VMware CEO: Facebook will also have to fight a patent war soon

VMware CEO: Facebook will also have to fight a patent war soon

Summary: Some experts, including VMware CEO Paul Maritz, believe Facebook will have to fight a patent war if it doesn't soon take the proper defensive measures.

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Relatively new Web companies such as Facebook don't hold many patents and could soon face data-center-related legal battles. VMware CEO Paul Maritz, who has witnessed a number of patent skirmishes in the 1990s when he was at Microsoft, believes that many patent confrontations are coming, and Facebook may find itself in the midst.

Quickly-growing services like Facebook, Twitter, Zynga, LinkedIn, and Groupon have so far avoided becoming casualties in the ongoing patent wars, which have centered on mobile devices, but the honeymoon may not last. "When the continents shift and new players come into a space, it results in an unstable situation," Maritz told Business Week. "If you want to be a permanent fixture of the landscape, you better get some defense."

Social media websites have weak patent portfolios: Facebook has only 12 patents to its name, while the totals for the other guys range from zero to two each, according to filings with the US Patent and Trademark Office. Google was in a similar position earlier this year: it had far fewer mobile-related patents than its competitors. Last month, the search giant ended up buying Motorola Mobility and its 17,000 patents for $12.5 billion.

Martiz believes newer Web companies may ultimately have to do something similarly drastic as well. Older technology companies such as Oracle, IBM, and Microsoft maintain rich patent portfolios covering essential technologies used by the new guys, including database and file-management applications. Facebook and its other smaller cousins have so far been using free, open-source software and while so far the big guys have had little motivation to target the open-source products with lawsuits, this could quickly change. As we've recently seen, the open-source label didn't save Google's Android operating system.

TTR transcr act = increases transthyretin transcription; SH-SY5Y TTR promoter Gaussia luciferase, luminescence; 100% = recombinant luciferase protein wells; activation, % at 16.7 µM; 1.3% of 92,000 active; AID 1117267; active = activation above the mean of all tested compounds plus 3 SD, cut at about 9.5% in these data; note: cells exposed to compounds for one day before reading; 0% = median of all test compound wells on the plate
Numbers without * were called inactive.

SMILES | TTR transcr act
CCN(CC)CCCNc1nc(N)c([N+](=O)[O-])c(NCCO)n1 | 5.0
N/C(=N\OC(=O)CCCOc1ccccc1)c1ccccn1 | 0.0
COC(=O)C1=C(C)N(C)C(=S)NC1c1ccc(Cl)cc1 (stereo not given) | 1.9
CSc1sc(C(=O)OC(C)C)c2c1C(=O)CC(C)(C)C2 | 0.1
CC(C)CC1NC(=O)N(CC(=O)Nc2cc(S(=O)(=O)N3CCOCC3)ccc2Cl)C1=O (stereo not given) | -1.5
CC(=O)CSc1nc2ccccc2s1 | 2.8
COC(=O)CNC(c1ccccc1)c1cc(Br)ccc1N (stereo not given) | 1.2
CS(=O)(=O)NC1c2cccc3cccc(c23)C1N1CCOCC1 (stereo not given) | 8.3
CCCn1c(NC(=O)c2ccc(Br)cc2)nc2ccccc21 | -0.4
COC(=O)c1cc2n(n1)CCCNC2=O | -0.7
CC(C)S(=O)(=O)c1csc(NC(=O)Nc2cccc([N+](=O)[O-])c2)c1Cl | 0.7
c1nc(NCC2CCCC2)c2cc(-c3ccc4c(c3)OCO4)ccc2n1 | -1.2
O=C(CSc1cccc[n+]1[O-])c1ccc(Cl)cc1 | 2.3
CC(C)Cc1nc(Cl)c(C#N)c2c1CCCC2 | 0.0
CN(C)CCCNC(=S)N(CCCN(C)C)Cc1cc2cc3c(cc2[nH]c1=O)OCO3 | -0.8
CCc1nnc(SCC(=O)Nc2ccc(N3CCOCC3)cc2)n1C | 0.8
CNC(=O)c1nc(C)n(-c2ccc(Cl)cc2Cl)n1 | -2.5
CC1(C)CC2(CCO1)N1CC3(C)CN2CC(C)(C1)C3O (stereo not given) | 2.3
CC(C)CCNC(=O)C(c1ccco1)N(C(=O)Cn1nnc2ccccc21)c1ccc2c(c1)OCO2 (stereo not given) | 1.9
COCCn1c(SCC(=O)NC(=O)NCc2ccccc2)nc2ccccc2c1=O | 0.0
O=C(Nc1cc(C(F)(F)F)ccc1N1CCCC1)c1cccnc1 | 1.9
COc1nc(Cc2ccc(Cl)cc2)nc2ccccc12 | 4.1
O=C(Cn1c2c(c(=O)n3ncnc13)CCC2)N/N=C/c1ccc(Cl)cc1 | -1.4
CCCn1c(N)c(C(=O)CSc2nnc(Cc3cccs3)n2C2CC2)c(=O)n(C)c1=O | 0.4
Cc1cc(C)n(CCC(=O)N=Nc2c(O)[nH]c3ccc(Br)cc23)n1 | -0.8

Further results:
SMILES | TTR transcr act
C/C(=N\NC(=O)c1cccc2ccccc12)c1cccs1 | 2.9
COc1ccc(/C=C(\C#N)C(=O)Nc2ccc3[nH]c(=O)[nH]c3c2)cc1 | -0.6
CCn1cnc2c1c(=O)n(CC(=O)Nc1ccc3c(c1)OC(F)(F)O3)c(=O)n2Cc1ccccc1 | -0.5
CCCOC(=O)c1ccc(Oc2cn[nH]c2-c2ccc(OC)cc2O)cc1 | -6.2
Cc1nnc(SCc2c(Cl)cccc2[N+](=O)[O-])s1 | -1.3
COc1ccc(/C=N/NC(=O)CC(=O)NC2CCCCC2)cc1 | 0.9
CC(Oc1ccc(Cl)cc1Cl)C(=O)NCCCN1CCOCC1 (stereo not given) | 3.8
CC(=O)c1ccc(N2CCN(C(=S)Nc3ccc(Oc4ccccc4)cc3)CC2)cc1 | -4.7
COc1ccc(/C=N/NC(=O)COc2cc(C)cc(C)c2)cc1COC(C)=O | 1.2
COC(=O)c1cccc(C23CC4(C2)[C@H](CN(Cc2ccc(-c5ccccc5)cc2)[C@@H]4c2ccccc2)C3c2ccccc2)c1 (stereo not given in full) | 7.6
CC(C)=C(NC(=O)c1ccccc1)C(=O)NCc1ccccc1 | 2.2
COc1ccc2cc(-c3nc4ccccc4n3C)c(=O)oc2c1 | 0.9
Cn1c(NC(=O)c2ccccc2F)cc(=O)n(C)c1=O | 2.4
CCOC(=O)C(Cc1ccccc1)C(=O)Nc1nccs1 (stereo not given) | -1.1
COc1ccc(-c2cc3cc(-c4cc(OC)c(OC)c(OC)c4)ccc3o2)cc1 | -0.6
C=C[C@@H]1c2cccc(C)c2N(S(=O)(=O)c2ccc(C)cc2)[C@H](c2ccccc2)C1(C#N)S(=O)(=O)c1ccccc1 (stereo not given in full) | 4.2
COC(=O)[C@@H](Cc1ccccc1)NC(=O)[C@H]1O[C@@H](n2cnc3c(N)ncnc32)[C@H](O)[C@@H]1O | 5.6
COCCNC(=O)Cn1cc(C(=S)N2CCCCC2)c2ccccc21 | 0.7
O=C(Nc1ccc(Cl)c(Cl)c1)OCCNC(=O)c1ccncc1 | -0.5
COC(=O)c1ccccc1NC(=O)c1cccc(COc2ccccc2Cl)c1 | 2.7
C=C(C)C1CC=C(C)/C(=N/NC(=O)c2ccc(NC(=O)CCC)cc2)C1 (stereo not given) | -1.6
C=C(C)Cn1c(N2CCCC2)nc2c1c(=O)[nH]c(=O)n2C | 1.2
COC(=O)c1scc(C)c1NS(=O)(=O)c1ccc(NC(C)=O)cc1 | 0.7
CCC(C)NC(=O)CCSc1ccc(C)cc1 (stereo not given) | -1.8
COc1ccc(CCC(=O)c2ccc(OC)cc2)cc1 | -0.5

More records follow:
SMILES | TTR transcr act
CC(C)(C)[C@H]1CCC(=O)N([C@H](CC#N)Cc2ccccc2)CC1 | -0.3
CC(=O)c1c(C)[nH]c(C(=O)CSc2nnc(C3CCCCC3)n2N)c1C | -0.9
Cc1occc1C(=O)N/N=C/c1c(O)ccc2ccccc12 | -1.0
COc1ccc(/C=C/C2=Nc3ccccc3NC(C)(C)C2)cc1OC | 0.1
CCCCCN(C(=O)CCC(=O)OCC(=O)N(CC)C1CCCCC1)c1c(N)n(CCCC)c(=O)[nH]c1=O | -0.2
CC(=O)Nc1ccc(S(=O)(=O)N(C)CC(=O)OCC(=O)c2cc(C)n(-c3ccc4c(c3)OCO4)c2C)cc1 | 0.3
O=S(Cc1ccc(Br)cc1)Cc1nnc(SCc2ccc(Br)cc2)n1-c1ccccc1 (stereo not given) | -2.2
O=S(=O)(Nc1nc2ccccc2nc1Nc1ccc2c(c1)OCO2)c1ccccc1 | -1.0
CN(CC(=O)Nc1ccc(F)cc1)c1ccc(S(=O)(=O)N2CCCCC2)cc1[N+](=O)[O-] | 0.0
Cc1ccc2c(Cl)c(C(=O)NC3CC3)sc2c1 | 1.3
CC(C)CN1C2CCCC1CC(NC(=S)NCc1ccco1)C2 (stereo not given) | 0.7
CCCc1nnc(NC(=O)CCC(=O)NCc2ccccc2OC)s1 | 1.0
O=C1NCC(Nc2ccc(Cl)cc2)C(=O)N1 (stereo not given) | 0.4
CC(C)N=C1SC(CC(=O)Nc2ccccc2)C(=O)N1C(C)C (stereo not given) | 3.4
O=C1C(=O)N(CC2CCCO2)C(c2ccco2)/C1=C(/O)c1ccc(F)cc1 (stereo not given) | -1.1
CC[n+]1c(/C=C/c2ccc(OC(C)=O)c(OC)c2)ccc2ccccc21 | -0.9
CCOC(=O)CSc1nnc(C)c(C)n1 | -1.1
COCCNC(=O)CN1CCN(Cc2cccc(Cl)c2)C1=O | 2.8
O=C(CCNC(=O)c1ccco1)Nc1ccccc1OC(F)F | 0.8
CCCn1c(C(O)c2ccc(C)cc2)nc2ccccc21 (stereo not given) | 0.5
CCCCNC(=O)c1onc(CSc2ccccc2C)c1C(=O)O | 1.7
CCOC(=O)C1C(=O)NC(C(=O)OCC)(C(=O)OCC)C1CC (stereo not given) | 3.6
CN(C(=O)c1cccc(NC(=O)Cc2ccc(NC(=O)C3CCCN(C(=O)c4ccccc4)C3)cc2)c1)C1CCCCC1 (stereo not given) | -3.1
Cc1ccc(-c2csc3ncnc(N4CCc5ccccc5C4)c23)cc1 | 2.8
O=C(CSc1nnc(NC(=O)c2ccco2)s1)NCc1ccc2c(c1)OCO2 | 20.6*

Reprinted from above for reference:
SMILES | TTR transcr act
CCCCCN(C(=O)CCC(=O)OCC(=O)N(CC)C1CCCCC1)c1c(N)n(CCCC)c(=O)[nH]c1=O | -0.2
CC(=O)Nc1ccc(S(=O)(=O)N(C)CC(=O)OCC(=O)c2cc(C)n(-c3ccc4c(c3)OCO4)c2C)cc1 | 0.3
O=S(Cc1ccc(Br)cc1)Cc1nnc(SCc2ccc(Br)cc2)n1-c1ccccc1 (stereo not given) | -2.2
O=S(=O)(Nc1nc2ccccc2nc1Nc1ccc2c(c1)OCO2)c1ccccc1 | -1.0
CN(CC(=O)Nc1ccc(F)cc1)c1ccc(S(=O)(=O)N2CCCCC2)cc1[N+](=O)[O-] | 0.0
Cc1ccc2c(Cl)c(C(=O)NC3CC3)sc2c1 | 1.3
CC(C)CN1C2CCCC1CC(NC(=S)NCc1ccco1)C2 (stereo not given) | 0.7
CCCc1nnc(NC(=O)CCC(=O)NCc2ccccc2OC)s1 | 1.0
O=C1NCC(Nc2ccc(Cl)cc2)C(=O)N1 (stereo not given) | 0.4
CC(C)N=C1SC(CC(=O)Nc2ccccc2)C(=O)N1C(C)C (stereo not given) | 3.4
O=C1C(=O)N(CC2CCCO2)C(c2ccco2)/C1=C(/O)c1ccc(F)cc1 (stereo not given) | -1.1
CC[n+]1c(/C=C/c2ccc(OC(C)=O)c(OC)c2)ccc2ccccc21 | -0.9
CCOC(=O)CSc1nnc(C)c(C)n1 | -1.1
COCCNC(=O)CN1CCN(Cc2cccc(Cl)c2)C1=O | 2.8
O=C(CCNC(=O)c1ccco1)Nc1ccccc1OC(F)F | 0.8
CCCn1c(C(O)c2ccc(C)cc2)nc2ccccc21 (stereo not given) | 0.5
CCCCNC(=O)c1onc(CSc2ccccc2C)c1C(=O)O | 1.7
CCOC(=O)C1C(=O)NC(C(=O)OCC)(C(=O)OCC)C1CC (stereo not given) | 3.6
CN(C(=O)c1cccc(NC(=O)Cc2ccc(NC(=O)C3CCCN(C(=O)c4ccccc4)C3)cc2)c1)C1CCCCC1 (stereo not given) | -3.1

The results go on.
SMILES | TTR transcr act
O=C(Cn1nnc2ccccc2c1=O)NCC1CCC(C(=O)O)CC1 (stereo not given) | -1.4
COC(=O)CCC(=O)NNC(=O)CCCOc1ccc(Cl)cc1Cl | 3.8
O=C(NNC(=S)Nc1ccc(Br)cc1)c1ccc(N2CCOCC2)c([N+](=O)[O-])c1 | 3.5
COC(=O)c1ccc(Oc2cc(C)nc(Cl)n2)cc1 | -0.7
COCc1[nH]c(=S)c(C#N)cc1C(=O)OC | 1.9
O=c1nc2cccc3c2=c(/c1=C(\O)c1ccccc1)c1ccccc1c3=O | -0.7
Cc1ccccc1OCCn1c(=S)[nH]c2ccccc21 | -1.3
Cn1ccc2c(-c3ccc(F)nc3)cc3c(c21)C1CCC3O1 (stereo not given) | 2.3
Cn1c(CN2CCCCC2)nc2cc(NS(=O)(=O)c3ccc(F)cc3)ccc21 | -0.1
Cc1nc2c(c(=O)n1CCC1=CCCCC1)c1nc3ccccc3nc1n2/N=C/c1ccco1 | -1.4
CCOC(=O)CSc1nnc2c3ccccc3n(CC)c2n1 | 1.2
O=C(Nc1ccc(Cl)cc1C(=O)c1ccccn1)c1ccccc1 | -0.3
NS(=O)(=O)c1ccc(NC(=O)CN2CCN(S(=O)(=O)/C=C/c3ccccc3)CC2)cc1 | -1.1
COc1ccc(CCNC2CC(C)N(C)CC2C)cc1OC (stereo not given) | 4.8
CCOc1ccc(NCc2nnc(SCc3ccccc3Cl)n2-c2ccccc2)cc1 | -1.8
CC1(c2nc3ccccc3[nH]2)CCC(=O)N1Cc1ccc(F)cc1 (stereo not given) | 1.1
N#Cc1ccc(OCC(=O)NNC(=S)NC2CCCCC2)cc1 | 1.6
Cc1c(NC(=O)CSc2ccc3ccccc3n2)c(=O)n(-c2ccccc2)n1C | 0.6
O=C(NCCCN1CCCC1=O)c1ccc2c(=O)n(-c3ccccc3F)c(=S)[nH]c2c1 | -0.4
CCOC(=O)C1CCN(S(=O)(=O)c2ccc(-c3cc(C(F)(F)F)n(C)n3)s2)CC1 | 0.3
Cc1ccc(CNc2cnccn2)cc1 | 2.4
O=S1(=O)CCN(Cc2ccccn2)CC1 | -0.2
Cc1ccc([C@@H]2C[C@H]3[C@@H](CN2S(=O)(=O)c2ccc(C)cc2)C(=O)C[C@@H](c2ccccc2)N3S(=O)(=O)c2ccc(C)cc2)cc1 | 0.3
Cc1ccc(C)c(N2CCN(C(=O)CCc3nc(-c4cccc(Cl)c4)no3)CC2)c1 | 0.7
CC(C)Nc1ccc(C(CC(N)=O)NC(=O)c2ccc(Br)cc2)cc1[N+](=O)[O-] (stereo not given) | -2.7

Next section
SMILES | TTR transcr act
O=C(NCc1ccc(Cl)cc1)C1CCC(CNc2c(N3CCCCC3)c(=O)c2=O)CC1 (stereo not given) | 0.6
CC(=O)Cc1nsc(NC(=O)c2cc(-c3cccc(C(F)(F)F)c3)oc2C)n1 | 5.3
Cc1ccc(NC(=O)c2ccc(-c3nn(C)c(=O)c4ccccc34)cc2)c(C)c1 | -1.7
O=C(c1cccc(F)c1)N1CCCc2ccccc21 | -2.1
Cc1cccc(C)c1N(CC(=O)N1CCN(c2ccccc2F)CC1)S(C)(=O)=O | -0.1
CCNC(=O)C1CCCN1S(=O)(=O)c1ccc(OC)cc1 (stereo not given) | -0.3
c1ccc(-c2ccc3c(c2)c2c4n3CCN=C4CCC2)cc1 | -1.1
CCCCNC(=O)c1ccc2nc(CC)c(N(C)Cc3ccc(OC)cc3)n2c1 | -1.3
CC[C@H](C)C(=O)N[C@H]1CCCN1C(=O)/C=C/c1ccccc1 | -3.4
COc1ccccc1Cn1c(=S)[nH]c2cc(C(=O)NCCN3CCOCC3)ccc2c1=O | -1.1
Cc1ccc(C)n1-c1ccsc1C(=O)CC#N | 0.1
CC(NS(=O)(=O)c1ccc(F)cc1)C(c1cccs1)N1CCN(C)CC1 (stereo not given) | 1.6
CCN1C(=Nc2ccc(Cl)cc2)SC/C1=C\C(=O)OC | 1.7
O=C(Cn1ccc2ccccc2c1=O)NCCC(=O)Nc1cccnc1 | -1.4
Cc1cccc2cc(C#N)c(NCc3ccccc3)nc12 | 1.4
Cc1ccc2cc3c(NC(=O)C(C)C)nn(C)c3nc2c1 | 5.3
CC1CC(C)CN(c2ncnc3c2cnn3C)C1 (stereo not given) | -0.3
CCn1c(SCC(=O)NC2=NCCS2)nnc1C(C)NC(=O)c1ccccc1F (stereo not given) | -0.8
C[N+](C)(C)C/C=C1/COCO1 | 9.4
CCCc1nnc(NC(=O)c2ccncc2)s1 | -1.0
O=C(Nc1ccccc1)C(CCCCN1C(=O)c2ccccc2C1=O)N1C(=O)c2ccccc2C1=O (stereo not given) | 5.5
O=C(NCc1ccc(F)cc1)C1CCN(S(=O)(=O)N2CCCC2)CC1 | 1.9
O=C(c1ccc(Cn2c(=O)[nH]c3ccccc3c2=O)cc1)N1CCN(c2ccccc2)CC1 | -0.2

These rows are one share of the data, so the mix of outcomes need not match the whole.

Facebook will likely have to do more than just develop more patents to bolster its own portfolio. The social networking giant may have to stat signing cross-licensing deals with the bigger firms. Since Facebook doesn't have many patents to offer itself, it could be a one-way deal where the company forks over a lot of cash in return for patent protection.

Facebook has at least one assurance that the other younger guys do not: Microsoft. Almost four years ago, Redmond invested $240 million in Palo Alto. Ever since then, the two companies have been best friends and have worked together on many different products. As such, I doubt Microsoft would file a patent lawsuit against Facebook.

On the other hand, Facebook also has a very big enemy: Google. The search giant made some of its database work public and many companies, including Facebook, used this information to build their own data-center technologies. Maybe Google will do more to Facebook than just push competitors like Google+: Mountain View could take Palo Alto to court one day.

See also:

Topics: Data Centers, Legal, Open Source, Social Enterprise

Emil Protalinski

About Emil Protalinski

Emil is a freelance journalist writing for CNET and ZDNet. Over the years,
he has covered the tech industry for multiple publications, including Ars
Technica, Neowin, and TechSpot.

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10 comments
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  • I have my reservations

    I can see Google being the petulant little kid that does not understand why the other kids don't want to play with its +1, but what basis is there for a patent claim? comments? likes? lists? There is nothing that Facebook offers that does not already exist as prior art.
    Your Non Advocate
    • RE: VMware CEO: Facebook will also have to fight a patent war soon